Skip to main content

Table 1 Characteristics of selected studies

From: Effect of community-based interventions targeting female sex workers along the HIV care cascade in sub-Saharan Africa: a systematic review and meta-analysis

(#Ref) Author (year) Country Study aim Study design Sample size and participant selection
[28] Aho et al. (2012) Guinea To describe the acceptability and consequences of VCT among a stigmatized and vulnerable group, female sex workers (FSWs), in Conakry, Guinea Cross-sectional study Randomly selected 421 at FSW at baseline and 223 at end line. Recruited through
private or public centers providing adapted healthcare services (AHS) for FSWs
[29] Chanda et al. (2017) Zambia To evaluate the effect of 2 different health system mechanisms (the active approach of peer-based HIV self-test) for HIV self-test delivery compared to referral to standard HIV testing A 3-arm 1:1:1 cluster randomized trial Total randomized per arm (320,316 and 329). Peer educator recruitment of social network via direct contact and referral
[30] Cowan et al. (2019) Zimbabwe (i) To present the current impact that engagement in the Sisters program has on HIV incidence, prevalence, and control in FSW. (ii) To describe the patterns and characteristics of sex work among FSW in Zimbabwe
(iii) To assess the potential for wider population impact of sex worker program by modelling the impact on HIV incidence of eliminating transmission through FSW
Cross-sectional study Use of program data of 5083 FSW recruited through respondent-driven sampling surveys through three studies conducted in 19 sites: in 2011 to 2015; 2013 to 2016 and 2017
[31] Cowan et al. (2017) Zimbabwe To describe the HIV diagnosis and care cascade among FSW in Zimbabwe. Cross-sectional study Respondent-driven sampling surveys of FSW in 14 sites. Recruited 2722 women, approximately 200 per site as the baseline for a cluster-randomized controlled trial investigating a combination HIV prevention and care package.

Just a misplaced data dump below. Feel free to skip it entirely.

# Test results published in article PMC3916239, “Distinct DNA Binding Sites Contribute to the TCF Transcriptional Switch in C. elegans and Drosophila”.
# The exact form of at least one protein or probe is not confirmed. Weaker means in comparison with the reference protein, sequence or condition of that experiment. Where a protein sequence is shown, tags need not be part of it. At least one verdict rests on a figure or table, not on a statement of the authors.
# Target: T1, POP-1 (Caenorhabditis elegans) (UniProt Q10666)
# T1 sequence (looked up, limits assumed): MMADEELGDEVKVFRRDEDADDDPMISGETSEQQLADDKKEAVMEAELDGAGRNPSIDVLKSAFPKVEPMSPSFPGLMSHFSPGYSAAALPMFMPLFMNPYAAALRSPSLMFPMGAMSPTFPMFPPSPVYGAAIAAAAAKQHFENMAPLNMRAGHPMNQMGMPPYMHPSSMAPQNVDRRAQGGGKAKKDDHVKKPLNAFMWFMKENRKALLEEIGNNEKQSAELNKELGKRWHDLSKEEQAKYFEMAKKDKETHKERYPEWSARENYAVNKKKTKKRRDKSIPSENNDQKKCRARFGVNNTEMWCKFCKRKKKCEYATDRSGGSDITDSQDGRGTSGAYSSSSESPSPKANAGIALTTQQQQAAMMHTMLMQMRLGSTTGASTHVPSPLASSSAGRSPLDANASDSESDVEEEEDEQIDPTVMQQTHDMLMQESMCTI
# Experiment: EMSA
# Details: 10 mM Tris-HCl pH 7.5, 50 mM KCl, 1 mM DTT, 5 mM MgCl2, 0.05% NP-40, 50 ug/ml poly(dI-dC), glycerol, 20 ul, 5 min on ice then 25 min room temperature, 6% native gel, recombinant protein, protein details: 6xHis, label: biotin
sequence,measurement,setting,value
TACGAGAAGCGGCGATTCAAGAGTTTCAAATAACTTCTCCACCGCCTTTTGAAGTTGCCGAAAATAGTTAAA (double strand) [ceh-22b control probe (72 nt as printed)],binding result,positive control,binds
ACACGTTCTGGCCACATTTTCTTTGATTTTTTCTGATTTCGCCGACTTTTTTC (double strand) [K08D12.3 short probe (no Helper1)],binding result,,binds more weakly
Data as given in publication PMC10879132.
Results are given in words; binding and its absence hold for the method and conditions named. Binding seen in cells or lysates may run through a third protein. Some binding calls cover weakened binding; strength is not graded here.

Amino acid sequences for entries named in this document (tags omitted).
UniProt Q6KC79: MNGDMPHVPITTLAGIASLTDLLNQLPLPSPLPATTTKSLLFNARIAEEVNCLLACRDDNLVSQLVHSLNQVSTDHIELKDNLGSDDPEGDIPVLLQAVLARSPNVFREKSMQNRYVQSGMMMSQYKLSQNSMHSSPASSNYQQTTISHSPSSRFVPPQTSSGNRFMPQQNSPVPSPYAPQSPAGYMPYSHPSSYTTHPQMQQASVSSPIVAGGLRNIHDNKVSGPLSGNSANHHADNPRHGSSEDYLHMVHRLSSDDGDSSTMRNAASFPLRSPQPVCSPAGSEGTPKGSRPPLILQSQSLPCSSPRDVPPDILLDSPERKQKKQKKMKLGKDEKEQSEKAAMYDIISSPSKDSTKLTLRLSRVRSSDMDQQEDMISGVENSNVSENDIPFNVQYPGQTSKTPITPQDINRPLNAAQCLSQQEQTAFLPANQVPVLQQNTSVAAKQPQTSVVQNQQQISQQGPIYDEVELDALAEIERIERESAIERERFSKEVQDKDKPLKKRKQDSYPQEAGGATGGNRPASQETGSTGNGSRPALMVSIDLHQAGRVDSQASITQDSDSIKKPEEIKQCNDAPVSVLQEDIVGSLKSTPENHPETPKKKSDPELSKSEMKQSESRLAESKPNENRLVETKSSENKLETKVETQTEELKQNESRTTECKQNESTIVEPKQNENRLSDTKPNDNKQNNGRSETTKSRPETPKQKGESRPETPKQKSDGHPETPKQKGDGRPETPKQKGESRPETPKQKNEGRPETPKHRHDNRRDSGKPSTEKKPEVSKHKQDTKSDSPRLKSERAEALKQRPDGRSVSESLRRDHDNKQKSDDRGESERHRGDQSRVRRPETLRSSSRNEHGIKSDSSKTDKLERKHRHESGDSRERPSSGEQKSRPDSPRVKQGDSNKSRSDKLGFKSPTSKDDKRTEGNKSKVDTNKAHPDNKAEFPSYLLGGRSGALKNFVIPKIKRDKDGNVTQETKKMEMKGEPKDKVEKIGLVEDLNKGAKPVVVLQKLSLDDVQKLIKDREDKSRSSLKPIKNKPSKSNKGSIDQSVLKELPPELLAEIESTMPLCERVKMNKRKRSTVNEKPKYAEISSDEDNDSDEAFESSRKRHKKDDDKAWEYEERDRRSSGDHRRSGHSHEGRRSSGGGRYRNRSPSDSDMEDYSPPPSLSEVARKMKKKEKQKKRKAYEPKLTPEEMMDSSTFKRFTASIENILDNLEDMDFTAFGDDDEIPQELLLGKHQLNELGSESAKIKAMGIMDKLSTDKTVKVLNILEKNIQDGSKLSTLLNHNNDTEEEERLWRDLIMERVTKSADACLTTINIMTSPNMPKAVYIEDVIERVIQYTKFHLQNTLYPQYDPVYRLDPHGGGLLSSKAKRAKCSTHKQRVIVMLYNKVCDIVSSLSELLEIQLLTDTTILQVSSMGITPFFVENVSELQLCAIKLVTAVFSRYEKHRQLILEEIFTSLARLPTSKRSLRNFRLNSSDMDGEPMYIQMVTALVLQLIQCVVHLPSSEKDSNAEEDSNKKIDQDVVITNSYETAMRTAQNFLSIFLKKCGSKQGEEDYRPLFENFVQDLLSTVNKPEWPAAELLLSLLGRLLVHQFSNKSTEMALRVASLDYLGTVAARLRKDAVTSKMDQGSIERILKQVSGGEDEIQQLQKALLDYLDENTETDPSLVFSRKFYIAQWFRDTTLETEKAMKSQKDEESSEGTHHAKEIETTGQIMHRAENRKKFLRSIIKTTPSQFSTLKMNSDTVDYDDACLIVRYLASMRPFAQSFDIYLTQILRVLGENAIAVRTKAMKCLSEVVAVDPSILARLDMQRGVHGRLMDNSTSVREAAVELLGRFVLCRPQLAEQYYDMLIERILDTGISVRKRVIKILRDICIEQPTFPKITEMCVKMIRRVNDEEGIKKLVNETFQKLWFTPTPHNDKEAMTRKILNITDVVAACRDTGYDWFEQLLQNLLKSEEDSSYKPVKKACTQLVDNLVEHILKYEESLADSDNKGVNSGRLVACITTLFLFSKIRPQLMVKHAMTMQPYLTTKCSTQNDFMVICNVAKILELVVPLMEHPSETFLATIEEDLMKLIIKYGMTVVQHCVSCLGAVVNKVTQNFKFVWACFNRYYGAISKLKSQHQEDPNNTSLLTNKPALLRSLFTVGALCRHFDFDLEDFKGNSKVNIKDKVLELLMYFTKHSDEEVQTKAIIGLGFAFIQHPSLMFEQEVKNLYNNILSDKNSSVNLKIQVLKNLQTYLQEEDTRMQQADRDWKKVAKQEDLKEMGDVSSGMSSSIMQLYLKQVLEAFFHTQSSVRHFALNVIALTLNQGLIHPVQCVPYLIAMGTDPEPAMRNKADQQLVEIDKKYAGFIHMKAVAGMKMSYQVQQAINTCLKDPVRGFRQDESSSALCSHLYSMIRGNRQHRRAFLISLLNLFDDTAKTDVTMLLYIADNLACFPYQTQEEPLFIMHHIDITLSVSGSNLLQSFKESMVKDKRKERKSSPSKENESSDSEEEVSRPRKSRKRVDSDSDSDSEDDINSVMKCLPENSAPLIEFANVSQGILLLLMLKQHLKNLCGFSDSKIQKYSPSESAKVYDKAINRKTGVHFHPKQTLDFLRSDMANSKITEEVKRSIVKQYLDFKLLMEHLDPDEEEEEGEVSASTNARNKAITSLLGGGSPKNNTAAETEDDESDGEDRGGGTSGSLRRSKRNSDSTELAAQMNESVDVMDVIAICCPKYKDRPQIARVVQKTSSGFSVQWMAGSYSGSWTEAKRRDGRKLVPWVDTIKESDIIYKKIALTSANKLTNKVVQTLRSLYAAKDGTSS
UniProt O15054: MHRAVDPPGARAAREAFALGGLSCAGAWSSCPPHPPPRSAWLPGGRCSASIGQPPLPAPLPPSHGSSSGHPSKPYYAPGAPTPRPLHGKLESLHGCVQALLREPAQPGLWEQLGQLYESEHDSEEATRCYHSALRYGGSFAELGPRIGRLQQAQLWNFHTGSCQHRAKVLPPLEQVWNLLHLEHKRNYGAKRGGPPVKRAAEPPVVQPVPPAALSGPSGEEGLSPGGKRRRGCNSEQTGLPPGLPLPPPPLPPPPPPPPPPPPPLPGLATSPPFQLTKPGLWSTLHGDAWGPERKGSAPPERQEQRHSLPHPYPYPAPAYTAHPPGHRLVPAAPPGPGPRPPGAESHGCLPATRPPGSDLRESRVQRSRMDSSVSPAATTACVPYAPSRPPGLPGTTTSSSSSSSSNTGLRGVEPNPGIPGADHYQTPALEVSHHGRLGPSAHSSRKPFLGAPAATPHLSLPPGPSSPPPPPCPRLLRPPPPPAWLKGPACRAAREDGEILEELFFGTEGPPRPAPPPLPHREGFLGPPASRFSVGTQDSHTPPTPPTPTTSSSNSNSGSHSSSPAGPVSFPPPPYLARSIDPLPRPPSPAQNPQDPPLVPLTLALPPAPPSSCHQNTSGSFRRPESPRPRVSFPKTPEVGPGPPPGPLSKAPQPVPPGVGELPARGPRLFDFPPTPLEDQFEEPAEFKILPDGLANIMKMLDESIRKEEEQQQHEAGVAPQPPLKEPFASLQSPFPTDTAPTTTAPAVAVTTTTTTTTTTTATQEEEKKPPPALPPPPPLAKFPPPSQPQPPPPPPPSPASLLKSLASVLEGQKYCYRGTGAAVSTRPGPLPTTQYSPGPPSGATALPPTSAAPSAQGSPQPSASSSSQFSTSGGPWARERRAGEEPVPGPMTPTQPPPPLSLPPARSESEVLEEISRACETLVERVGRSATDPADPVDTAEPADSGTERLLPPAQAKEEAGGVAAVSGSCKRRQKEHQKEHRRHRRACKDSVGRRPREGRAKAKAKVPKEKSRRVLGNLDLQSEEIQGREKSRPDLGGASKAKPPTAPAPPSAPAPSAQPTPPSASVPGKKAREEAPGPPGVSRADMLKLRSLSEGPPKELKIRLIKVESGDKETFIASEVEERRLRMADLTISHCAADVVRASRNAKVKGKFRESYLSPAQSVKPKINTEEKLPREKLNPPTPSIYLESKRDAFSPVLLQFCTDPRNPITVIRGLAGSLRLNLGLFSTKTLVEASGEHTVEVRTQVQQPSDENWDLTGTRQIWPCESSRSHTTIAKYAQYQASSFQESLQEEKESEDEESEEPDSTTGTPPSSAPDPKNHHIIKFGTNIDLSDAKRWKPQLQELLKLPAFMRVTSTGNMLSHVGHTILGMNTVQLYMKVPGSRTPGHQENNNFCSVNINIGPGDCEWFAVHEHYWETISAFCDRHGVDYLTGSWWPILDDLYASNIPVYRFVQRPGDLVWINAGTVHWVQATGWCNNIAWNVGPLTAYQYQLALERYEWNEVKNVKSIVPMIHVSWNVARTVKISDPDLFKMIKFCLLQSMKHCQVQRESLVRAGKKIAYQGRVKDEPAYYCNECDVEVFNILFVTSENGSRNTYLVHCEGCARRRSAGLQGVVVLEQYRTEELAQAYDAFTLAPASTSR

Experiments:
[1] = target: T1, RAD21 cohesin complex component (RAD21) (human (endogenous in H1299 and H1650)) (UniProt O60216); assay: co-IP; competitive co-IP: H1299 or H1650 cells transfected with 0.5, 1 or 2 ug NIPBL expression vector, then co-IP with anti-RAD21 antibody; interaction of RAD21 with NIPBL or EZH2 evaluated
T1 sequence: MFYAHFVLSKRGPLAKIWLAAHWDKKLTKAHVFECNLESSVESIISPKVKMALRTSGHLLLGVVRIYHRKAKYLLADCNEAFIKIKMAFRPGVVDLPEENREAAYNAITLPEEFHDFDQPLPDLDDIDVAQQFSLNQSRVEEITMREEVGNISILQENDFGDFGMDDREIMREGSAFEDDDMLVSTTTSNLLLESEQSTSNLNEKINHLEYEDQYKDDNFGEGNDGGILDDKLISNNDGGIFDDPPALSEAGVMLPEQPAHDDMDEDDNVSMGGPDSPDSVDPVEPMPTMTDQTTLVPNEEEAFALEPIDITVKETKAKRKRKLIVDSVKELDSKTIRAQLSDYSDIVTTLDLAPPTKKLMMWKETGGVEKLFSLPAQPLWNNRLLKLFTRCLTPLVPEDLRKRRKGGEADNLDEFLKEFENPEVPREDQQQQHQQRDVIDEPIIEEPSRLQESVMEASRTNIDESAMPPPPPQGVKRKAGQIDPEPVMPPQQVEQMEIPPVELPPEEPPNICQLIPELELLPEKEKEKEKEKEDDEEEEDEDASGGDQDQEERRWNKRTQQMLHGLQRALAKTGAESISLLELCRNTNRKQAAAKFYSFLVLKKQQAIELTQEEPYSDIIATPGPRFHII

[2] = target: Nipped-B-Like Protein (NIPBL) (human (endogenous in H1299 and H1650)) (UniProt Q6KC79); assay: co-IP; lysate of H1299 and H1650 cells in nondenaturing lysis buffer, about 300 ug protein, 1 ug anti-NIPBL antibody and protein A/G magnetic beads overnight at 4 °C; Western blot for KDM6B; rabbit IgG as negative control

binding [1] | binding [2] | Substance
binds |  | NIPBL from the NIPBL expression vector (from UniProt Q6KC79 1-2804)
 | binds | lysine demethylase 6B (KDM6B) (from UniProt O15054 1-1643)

[32] Cowan et al. (2018) Zimbabwe To assess the efficacy of a targeted combination intervention for female sex workers in Zimbabwe. Cluster-randomized trial from 2014 to 2016 Randomly assigned 14 clusters (1:1) to receive usual care cluster (n = 3612) and an intervention cluster (n = 4619)
[33] Huet et al. (2011) Burkina Faso To describe the long-term virological, immunological, and mortality outcomes of providing highly active antiretroviral therapy (HAART) with strong adherence support to HIV-infected female sex workers (FSWs) in Burkina Faso and contrast outcomes with those obtained in a cohort of regular HIV-infected women. A prospective observational study nested within the Yerelon open cohort of high-risk women 47 FSWs and 48 non-FSWs recruited through a network of peer educators and followed up at a dedicated clinic located within a public health facility.
[34] Kelvin et al. (2019) Kenya To assess whether informing female sex workers about the availability of HIV self-testing at clinics in Kenya using text messages would increase HIV testing rates Cohort study A sample of 2196 female sex workers selected from electronic records.
[35] Kerrigan et al. (2019) Tanzania To determine the impact of a community empowerment model of combination HIV prevention (Project Shikamana) among female sex workers (FSW) in Iringa, Tanzania. A prospective community-randomized trial conducted in 2 communities matched on population size Identified all active sex work venues (164 in total) in the 2 study communities and enrolled 496 FSW through a time-location sampling